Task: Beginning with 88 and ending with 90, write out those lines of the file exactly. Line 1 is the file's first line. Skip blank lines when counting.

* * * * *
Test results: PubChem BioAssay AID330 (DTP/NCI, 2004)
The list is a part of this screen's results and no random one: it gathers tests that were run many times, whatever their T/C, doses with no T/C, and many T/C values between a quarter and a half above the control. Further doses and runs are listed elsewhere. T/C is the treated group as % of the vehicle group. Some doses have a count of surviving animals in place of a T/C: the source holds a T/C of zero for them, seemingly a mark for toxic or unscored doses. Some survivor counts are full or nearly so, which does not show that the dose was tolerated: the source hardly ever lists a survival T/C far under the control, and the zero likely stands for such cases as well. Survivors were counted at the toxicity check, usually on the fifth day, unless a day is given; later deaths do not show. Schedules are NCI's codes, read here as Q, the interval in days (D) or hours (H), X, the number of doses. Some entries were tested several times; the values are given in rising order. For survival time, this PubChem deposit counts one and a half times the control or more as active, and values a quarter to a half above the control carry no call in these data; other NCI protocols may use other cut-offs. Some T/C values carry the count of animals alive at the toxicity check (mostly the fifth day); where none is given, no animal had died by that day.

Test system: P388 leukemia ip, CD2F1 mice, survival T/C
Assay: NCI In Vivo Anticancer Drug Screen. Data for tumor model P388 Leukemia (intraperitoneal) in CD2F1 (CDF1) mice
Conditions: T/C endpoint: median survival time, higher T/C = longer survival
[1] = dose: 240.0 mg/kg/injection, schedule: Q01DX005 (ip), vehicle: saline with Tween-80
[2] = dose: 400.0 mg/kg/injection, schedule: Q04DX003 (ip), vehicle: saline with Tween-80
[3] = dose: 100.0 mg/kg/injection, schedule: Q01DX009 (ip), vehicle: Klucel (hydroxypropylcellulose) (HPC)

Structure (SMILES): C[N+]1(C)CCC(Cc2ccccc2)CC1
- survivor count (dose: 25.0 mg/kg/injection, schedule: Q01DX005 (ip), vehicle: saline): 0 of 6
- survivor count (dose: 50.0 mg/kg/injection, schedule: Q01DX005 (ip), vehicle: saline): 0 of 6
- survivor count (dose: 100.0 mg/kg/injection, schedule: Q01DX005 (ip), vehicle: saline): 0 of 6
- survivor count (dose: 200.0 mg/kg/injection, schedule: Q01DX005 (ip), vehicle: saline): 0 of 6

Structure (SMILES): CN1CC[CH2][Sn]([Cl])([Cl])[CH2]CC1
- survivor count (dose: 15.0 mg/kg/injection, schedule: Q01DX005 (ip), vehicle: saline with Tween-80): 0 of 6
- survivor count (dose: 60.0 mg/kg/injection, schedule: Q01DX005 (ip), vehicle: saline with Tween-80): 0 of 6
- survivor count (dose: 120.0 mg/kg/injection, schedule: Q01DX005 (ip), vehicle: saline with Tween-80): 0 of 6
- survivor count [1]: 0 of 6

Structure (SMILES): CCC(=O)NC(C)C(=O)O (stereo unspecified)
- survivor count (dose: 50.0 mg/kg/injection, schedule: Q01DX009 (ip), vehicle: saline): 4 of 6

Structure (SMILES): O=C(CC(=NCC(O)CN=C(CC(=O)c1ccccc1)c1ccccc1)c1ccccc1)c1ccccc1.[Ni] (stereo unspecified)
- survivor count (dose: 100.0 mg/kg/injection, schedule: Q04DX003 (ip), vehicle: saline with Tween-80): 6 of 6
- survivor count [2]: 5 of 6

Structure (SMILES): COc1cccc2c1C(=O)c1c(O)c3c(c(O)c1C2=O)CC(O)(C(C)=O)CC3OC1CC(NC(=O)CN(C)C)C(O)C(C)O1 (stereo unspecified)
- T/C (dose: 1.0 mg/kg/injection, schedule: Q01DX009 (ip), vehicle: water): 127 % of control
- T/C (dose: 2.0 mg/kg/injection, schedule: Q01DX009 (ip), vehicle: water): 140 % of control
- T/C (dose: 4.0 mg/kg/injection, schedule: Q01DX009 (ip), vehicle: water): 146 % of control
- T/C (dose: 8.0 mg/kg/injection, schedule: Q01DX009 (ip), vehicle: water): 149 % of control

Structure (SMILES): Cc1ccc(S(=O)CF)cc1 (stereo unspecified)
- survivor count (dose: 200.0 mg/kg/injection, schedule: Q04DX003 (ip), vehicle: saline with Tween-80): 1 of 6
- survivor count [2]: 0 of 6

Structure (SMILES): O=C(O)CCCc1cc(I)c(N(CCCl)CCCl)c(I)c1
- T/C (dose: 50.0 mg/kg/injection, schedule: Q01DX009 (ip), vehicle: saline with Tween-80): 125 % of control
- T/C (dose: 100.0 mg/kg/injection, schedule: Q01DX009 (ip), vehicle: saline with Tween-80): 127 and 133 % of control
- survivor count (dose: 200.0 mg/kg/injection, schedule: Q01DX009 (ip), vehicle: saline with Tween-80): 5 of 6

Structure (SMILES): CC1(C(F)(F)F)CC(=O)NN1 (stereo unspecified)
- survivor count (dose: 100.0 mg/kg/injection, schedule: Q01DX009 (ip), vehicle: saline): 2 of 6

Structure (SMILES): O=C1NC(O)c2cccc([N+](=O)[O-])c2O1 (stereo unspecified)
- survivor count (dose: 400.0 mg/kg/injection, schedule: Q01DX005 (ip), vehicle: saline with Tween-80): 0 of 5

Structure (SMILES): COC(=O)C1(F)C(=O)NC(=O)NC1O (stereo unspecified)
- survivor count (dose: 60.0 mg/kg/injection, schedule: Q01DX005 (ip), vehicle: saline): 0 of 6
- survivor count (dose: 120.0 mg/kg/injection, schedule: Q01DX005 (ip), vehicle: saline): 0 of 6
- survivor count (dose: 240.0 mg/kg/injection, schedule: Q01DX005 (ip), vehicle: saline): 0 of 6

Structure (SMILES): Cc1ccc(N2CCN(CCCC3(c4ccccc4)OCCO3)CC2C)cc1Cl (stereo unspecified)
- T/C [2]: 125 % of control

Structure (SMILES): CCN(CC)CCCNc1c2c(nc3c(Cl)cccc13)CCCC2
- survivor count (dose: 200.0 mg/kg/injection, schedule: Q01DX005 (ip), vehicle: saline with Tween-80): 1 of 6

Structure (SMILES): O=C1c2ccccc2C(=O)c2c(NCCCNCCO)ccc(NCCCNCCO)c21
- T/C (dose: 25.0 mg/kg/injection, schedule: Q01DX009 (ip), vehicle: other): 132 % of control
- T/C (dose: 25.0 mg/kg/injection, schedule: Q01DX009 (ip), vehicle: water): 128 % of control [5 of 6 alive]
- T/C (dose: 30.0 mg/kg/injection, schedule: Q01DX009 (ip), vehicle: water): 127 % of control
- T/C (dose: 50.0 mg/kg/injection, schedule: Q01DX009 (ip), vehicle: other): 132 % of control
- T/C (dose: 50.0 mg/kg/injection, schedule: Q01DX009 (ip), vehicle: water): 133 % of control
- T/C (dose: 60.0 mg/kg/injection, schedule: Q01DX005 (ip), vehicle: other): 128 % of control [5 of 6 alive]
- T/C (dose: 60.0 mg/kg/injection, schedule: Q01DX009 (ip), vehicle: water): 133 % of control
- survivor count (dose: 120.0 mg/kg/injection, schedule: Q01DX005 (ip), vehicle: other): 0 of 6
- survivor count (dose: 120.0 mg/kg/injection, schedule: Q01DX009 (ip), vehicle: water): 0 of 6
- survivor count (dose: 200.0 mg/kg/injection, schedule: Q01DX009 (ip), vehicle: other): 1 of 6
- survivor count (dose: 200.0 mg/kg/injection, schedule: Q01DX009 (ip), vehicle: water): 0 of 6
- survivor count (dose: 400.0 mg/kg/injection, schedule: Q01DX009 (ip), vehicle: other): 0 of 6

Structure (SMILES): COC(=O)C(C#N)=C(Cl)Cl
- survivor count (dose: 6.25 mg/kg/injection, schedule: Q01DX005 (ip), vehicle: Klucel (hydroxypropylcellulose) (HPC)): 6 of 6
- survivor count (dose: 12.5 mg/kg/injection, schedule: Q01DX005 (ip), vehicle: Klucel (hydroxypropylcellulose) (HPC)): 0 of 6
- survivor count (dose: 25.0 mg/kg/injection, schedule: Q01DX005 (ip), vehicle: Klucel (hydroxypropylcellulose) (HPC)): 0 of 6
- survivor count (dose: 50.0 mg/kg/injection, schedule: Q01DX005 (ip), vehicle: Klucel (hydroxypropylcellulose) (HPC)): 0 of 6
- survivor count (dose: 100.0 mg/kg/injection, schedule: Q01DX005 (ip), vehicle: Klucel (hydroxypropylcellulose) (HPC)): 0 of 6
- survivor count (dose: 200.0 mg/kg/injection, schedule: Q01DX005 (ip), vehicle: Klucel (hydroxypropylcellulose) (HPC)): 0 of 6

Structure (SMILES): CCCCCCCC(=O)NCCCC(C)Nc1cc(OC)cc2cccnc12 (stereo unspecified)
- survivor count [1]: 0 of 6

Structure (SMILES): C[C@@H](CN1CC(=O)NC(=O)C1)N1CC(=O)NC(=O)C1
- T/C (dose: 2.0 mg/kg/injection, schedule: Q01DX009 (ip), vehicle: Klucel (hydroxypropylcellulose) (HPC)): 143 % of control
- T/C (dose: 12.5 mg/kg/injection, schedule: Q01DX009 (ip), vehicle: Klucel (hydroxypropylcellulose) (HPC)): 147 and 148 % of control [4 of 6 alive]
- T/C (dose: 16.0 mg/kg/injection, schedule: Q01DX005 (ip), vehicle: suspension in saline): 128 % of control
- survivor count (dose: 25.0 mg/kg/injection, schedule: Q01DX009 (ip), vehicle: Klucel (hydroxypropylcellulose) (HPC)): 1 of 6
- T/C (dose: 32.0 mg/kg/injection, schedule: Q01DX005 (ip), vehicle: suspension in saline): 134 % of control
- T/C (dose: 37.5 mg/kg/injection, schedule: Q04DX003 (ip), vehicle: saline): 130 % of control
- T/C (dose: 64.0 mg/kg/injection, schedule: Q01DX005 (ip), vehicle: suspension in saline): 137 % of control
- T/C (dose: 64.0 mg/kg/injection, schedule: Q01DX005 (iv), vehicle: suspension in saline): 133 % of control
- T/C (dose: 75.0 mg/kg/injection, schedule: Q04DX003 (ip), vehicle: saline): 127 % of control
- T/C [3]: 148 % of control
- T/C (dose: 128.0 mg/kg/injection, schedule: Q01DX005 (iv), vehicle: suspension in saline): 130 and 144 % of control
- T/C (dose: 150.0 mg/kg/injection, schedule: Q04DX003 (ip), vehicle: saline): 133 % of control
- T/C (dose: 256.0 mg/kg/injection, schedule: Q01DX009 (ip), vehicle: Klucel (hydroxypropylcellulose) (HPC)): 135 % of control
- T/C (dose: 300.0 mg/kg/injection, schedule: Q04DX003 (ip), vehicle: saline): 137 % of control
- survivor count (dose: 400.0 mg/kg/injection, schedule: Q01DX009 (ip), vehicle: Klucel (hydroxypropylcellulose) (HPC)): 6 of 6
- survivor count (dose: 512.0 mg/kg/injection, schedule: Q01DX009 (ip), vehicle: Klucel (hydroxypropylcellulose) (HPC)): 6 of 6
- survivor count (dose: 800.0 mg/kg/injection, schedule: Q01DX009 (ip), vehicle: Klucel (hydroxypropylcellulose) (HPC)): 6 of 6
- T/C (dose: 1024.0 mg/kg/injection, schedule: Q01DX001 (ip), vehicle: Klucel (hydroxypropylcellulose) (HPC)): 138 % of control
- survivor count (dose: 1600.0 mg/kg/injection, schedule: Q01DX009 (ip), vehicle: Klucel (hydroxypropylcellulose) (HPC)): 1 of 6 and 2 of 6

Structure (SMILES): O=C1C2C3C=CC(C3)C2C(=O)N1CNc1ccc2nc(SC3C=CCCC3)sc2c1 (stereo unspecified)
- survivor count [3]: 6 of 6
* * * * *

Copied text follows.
- T/C (dose: 1024.0 mg/kg/injection, schedule: Q01DX001 (ip), vehicle: Klucel (hydroxypropylcellulose) (HPC)): 138 % of control
- survivor count (dose: 1600.0 mg/kg/injection, schedule: Q01DX009 (ip), vehicle: Klucel (hydroxypropylcellulose) (HPC)): 1 of 6 and 2 of 6

Structure (SMILES): O=C1C2C3C=CC(C3)C2C(=O)N1CNc1ccc2nc(SC3C=CCCC3)sc2c1 (stereo unspecified)